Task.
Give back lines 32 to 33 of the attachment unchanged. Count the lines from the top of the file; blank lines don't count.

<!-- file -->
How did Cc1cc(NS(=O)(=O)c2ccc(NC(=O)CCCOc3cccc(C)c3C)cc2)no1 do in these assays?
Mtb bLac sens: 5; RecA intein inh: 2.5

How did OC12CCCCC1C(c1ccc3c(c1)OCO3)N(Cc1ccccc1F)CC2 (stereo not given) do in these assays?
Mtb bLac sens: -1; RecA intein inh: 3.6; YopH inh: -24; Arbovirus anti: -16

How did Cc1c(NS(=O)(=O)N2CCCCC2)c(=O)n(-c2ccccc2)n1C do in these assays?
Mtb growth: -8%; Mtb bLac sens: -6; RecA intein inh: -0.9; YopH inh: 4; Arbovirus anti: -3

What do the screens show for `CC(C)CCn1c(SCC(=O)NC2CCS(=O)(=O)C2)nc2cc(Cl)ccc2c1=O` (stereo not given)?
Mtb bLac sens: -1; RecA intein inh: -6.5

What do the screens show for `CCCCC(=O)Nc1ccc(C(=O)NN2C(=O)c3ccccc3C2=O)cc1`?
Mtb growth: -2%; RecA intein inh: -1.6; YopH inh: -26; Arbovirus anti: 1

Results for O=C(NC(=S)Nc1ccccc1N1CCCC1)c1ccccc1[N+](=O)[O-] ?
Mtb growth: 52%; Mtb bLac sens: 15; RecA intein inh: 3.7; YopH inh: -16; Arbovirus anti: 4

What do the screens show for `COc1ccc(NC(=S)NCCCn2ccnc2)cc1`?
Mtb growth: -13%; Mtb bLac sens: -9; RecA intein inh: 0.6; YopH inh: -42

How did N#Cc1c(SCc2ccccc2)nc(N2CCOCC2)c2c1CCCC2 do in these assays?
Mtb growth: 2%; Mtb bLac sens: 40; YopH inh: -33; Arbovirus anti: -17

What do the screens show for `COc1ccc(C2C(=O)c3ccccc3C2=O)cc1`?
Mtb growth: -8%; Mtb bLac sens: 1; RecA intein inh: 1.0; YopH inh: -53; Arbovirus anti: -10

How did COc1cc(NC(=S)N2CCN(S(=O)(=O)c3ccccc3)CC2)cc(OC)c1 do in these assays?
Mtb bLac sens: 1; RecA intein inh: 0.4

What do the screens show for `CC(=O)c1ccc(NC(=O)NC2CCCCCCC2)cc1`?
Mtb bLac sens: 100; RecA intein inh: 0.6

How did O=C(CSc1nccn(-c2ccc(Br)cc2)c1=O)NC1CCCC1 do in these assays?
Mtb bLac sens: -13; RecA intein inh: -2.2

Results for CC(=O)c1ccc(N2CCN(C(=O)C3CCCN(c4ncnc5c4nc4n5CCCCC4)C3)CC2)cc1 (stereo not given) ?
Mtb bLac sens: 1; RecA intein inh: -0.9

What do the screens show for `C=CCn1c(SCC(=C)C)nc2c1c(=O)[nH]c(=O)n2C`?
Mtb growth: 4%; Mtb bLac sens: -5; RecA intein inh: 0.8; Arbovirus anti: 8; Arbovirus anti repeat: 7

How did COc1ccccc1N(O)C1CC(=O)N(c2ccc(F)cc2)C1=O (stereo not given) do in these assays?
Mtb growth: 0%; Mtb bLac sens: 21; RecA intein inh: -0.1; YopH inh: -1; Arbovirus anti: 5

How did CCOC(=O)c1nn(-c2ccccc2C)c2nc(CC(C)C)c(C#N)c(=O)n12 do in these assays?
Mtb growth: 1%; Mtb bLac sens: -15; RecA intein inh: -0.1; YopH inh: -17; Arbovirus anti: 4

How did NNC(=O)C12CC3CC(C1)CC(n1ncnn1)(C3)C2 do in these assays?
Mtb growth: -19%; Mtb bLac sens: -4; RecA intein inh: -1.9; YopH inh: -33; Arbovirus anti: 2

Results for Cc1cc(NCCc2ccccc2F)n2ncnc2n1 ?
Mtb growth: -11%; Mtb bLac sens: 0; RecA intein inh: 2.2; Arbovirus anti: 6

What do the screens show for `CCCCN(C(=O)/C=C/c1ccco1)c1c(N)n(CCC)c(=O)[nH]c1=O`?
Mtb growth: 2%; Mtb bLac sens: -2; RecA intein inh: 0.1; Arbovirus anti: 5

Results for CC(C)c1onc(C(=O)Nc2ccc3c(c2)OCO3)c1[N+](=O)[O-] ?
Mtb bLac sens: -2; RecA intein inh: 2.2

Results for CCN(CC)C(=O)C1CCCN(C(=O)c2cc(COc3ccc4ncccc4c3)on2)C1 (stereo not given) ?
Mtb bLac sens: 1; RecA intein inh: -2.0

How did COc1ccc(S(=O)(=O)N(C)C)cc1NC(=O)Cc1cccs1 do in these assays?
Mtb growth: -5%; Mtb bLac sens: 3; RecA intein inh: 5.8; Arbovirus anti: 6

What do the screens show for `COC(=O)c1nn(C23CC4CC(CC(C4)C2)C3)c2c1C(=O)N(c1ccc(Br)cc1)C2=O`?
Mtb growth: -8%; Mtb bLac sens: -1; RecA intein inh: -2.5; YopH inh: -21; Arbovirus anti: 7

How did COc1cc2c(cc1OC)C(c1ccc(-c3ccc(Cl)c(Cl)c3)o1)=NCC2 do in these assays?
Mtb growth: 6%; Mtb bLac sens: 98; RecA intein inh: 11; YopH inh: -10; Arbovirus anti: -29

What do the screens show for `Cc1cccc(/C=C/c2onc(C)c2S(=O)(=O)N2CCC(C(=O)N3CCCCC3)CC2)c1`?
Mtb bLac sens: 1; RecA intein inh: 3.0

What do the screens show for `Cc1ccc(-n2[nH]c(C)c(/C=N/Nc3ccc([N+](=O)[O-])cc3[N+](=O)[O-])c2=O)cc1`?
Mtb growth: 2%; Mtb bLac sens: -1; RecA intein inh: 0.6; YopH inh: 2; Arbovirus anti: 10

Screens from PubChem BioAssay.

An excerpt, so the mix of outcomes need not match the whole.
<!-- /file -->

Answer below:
Mtb growth: 1%; Mtb bLac sens: -15; RecA intein inh: -0.1; YopH inh: -17; Arbovirus anti: 4

How did NNC(=O)C12CC3CC(C1)CC(n1ncnn1)(C3)C2 do in these assays?